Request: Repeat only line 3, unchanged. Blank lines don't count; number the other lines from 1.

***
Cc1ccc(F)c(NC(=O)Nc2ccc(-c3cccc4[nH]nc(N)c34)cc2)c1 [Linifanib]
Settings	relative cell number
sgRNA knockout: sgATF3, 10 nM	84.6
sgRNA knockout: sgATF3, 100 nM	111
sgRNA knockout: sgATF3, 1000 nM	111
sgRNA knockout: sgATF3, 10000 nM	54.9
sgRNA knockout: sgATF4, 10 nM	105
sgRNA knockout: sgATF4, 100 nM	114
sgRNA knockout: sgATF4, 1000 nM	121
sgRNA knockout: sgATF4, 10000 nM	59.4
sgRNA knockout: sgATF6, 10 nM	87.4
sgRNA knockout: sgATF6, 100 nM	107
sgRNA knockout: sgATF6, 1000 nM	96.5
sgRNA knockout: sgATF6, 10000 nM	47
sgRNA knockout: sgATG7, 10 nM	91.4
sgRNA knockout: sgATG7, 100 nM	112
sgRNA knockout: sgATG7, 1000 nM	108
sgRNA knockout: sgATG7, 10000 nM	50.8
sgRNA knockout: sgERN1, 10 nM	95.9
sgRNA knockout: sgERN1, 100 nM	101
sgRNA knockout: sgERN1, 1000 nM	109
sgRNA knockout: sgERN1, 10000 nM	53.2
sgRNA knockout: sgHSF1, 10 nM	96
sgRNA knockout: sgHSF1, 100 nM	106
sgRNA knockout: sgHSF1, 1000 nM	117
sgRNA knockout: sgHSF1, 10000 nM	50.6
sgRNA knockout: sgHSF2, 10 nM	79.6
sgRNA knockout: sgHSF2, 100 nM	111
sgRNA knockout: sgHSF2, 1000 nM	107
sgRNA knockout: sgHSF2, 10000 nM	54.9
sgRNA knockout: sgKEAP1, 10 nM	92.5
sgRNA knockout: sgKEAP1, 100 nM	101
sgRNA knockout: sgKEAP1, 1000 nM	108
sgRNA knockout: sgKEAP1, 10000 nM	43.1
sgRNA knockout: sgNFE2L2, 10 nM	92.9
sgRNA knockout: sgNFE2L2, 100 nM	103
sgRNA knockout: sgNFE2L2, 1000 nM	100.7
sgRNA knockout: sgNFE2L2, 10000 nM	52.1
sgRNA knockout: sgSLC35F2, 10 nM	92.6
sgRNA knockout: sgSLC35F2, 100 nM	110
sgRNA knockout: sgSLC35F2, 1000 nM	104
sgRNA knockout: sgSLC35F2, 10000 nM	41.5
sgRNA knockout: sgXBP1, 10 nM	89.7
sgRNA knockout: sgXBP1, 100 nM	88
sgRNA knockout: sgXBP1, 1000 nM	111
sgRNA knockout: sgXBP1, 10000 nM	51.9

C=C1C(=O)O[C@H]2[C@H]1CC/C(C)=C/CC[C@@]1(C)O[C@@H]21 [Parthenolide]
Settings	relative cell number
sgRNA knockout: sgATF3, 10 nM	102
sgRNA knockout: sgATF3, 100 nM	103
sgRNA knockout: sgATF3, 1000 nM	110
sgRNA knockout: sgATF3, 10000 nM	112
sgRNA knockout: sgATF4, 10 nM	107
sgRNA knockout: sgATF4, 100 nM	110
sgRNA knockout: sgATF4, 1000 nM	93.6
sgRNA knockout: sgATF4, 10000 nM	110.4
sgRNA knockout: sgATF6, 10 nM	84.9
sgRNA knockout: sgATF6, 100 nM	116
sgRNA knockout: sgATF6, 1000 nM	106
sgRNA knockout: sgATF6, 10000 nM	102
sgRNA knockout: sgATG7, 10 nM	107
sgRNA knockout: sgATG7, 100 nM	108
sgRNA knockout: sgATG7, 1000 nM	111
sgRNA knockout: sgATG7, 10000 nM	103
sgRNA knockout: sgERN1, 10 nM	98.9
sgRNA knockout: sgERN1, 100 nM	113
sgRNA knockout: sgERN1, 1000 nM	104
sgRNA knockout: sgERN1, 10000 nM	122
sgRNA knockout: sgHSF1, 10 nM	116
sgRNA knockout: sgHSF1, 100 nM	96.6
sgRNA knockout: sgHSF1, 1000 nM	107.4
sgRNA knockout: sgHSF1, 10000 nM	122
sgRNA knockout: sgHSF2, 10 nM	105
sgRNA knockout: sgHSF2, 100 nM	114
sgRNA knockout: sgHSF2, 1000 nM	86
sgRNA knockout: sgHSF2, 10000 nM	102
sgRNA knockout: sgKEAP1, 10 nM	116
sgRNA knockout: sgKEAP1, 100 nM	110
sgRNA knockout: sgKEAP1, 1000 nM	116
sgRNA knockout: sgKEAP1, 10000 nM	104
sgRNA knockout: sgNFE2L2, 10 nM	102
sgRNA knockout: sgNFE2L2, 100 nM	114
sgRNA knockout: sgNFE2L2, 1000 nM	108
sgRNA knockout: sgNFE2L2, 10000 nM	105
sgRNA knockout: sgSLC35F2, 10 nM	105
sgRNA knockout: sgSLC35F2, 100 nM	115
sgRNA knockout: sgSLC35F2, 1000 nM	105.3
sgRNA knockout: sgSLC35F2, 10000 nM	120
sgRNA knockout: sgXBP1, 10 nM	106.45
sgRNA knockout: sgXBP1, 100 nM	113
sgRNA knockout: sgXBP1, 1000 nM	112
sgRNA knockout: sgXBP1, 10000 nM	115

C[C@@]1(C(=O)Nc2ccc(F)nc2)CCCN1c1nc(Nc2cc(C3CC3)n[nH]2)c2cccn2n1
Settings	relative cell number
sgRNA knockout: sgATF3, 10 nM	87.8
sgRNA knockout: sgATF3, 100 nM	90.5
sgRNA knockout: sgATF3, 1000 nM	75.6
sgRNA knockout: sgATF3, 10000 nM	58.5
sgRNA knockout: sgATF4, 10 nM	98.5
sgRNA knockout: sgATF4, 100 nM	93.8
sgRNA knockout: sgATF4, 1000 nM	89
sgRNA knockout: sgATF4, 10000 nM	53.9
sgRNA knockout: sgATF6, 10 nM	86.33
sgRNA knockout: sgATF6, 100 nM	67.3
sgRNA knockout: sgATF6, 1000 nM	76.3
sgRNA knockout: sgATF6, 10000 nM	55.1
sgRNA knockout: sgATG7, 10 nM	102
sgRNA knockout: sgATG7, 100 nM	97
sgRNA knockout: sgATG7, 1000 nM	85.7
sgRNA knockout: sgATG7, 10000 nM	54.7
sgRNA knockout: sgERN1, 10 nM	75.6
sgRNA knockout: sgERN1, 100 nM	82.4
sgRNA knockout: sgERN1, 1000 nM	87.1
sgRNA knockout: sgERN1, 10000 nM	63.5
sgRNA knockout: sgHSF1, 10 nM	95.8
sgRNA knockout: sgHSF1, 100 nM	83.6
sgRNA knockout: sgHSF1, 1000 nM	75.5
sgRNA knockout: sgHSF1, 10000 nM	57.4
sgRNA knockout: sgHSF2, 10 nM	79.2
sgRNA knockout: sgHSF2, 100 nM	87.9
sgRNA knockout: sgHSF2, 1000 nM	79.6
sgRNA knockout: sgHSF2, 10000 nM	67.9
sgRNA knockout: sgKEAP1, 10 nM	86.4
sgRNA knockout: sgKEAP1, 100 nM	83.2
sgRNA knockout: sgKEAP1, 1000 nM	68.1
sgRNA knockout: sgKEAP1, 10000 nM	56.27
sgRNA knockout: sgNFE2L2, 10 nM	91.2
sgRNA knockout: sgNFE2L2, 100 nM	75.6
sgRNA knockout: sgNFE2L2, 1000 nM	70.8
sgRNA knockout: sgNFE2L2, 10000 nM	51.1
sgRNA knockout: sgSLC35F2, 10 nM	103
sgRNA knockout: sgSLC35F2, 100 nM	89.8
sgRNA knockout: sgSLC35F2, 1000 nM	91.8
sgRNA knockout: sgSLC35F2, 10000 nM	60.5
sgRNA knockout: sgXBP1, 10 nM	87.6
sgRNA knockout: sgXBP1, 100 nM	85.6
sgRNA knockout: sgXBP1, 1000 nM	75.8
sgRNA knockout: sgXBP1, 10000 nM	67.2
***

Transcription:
sgRNA knockout: sgATF3, 10 nM	84.6